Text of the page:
Think about a fight scene for example. These often happen quickly and emphasize short-sudden movements like a punch to the face, a fall to the ground, or a flash cut of a rival character entering the scene. A good action scene often feels like every choice the character makes in that moment; we make with them.
Dial down the dialogue
Some screenwriters choose to mix some of the action with dialogue, although Jed Mercurio recommends keeping dialogue to a minimum. “Dialogue is sometimes considered one of the most important elements of scriptwriting. In my view it’s the least important,” he says in his course Writing Drama for Television.
Even though it may feel useful to help activate what’s happening on the pages, Jed believes less is more when it comes to writing dialogue into a scene. Of course, you want your scenes to feel as natural as possible – so it would be unusual for someone to get shot and not make a sound. But more importantly, you want to keep the reader in the heart of the action. With that in mind, including onomatopoeia for sound effects (‘BANG’, ‘SLAM’, ‘CRASH’) and actions for characters in parenthesis (‘he winks’) are great techniques. These help ground the reader – giving subtle clues to the mood of the line or scene.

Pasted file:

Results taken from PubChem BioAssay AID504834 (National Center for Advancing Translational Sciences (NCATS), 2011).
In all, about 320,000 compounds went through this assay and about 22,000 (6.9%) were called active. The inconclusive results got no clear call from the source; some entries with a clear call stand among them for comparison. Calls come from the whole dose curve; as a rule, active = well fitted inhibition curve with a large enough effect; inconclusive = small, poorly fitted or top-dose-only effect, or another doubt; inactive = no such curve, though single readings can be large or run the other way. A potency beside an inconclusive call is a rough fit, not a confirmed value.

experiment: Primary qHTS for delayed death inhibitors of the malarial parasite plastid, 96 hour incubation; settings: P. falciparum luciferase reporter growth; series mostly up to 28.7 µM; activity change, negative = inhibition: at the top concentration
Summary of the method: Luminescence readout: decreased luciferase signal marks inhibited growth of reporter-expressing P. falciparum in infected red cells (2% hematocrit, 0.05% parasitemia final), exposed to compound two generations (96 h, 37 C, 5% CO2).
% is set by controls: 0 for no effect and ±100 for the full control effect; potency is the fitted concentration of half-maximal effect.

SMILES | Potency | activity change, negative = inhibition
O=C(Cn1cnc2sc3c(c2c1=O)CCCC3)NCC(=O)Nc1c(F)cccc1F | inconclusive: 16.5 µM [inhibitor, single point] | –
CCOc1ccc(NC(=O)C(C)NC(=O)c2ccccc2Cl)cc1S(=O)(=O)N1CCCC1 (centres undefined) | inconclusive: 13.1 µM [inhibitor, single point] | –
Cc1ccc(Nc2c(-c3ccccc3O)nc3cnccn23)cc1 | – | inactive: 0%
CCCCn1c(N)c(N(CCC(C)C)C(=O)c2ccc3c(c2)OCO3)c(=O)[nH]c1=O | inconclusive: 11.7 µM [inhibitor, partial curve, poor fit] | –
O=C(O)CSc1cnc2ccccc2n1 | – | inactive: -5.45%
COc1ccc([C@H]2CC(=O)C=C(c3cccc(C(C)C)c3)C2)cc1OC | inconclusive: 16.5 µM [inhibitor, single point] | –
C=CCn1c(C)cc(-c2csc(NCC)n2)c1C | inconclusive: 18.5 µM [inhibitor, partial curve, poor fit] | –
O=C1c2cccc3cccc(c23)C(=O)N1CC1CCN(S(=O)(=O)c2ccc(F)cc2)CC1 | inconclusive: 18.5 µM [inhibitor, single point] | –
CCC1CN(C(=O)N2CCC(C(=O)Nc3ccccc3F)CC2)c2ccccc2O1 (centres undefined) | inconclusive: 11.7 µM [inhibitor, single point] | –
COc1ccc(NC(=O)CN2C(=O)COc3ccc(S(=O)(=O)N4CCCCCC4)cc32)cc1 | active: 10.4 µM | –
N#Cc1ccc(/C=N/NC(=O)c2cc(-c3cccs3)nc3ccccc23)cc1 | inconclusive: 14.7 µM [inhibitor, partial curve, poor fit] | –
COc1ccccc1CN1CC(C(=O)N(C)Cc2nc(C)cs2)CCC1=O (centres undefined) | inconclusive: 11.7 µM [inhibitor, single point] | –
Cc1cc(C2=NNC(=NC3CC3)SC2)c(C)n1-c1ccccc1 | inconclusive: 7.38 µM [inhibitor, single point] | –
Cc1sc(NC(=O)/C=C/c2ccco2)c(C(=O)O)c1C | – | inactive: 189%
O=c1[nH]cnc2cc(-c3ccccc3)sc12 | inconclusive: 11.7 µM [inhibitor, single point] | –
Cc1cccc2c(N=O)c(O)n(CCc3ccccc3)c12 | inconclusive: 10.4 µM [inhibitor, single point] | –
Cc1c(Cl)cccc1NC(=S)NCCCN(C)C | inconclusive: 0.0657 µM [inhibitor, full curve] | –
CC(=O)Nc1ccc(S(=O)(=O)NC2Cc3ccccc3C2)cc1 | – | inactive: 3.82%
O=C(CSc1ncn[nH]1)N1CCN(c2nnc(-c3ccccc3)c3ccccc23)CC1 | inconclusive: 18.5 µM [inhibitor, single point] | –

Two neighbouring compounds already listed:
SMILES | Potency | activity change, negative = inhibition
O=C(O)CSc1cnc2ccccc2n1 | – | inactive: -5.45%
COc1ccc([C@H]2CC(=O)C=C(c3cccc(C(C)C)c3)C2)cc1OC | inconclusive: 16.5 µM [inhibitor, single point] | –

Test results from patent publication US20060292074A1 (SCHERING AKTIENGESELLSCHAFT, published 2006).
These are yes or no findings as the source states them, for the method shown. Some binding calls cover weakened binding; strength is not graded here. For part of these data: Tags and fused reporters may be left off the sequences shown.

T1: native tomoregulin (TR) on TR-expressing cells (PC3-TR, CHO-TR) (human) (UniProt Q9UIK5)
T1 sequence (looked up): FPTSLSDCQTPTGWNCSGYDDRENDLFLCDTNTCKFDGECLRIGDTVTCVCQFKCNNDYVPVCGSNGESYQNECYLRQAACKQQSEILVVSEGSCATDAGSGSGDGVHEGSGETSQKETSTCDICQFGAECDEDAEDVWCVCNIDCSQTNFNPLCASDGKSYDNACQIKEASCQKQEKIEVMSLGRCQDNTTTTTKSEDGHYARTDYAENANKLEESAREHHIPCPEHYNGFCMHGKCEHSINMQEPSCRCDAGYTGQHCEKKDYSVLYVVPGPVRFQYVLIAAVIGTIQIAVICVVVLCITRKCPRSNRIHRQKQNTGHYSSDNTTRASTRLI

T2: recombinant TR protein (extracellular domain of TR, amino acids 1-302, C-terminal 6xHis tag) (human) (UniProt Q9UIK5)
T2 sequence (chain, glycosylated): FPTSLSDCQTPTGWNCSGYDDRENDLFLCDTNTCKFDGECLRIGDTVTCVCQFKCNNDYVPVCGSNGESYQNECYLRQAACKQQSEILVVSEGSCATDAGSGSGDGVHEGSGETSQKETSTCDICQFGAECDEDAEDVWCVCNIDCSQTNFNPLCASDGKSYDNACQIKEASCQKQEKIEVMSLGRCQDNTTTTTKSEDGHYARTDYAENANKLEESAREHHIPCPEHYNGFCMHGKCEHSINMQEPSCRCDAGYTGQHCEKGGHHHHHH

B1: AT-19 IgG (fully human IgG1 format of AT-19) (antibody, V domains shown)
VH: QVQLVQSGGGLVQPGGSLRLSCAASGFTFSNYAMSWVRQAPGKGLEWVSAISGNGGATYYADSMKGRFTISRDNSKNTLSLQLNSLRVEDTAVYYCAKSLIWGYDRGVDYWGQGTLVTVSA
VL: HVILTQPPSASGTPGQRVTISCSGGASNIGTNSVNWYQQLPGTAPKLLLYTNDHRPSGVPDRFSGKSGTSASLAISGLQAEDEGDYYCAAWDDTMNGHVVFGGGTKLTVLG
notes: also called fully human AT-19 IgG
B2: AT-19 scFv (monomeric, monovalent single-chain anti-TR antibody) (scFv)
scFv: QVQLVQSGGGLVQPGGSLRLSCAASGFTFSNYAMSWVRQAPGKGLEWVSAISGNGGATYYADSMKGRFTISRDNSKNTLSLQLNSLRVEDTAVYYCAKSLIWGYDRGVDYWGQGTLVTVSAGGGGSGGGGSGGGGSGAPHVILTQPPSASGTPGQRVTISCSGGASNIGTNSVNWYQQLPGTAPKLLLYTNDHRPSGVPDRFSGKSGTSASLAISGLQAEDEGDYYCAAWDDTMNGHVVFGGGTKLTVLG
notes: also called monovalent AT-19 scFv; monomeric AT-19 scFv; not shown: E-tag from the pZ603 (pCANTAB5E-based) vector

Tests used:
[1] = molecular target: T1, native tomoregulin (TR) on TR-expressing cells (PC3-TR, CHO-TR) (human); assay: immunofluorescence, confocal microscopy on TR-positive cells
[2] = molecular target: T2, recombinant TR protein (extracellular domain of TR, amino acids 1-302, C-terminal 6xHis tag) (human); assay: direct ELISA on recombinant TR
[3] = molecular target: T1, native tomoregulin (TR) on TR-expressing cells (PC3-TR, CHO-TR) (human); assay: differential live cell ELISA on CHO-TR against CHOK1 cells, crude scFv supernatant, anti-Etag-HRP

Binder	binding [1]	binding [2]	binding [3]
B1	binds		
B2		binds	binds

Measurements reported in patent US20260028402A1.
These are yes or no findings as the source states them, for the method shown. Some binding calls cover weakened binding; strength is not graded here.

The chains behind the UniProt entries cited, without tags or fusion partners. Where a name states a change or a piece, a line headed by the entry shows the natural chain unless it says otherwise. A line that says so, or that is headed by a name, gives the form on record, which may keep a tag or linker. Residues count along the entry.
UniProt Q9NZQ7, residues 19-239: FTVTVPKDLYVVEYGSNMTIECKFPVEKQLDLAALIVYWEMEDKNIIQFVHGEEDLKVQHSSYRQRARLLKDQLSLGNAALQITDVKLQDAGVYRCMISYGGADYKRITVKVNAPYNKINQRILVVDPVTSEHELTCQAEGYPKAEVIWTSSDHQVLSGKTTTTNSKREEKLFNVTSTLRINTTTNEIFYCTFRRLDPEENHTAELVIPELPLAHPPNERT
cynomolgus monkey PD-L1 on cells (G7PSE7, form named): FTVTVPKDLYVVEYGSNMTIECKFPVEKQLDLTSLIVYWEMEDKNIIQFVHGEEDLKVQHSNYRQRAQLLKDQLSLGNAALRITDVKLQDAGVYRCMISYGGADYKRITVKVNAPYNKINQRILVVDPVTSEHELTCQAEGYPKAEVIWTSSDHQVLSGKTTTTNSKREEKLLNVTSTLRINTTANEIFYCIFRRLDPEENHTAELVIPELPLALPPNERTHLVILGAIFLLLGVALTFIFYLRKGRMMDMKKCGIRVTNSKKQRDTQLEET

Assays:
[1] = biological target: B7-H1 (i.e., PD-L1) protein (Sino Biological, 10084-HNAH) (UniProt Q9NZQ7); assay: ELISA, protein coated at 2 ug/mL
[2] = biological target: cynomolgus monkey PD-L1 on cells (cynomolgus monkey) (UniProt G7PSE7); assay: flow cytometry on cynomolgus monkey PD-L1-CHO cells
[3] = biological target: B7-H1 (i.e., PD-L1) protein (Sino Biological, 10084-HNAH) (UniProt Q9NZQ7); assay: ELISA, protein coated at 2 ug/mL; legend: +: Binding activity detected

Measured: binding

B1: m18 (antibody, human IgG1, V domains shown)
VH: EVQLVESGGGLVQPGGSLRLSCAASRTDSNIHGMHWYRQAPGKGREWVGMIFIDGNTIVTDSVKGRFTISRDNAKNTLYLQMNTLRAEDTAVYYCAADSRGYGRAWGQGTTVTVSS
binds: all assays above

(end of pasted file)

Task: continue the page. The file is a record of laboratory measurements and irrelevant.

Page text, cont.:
The collaborative vision
There are a whole host of tools screenwriters use to depict their vision. Yes, the writing is ultimately dictated by you, but the director and screen editor will probably want a say in the filming techniques and editing styles that will really activate your script. Most scripts will contain directions. These are a few words or phrases that indicate the character’s state of mind or behaviour. These can also be directions to the director, usually written by the script editor – suggesting what filming or editing effects should be applied by the camera at certain moments. When writing your scene, why not try considering some of these directions:
- Establishing shot – a shot usually taken from a distance, that shows the audience where we are.
- Flash cut – an extremely brief shot, sometimes as short as one frame, which is nearly subliminal in effect.
- Continuous – action that moves from one location to another without any interruptions in time.
With any creative task, getting feedback is invaluable. If you’re lucky enough to know someone in the industry or have access to a scriptwriter or editor – share away. But if not, run it by a mentor or a family member or friend. Feedback is never wasted. If you don’t agree with it, don’t disregard it. Show your scene to others and gather a sense check of how it’s landing with different audiences. It may be that it feels too long, or it needs the odd tweak here or there. Or maybe it needs to be rewritten entirely. That too is OK. Even the greatest writers have rewrites to do. It’s better to know it works well than to know it doesn’t work at all when it’s already on the screens.
So now you’re ready to write your very own pulse-pounding action scene for a screenplay. Whether you’re aiming to create your very own box office hit or creating a piece for a screenwriting competition, you should find some valuable advice in this article to help get you on the path to success. If you’re keen to learn more about writing for the big screen, take a look at Jed Mercurio’s course Writing Drama for Television and keep your eyes peeled for Edgar Wright’s upcoming BBC Maestro course on Filmmaking.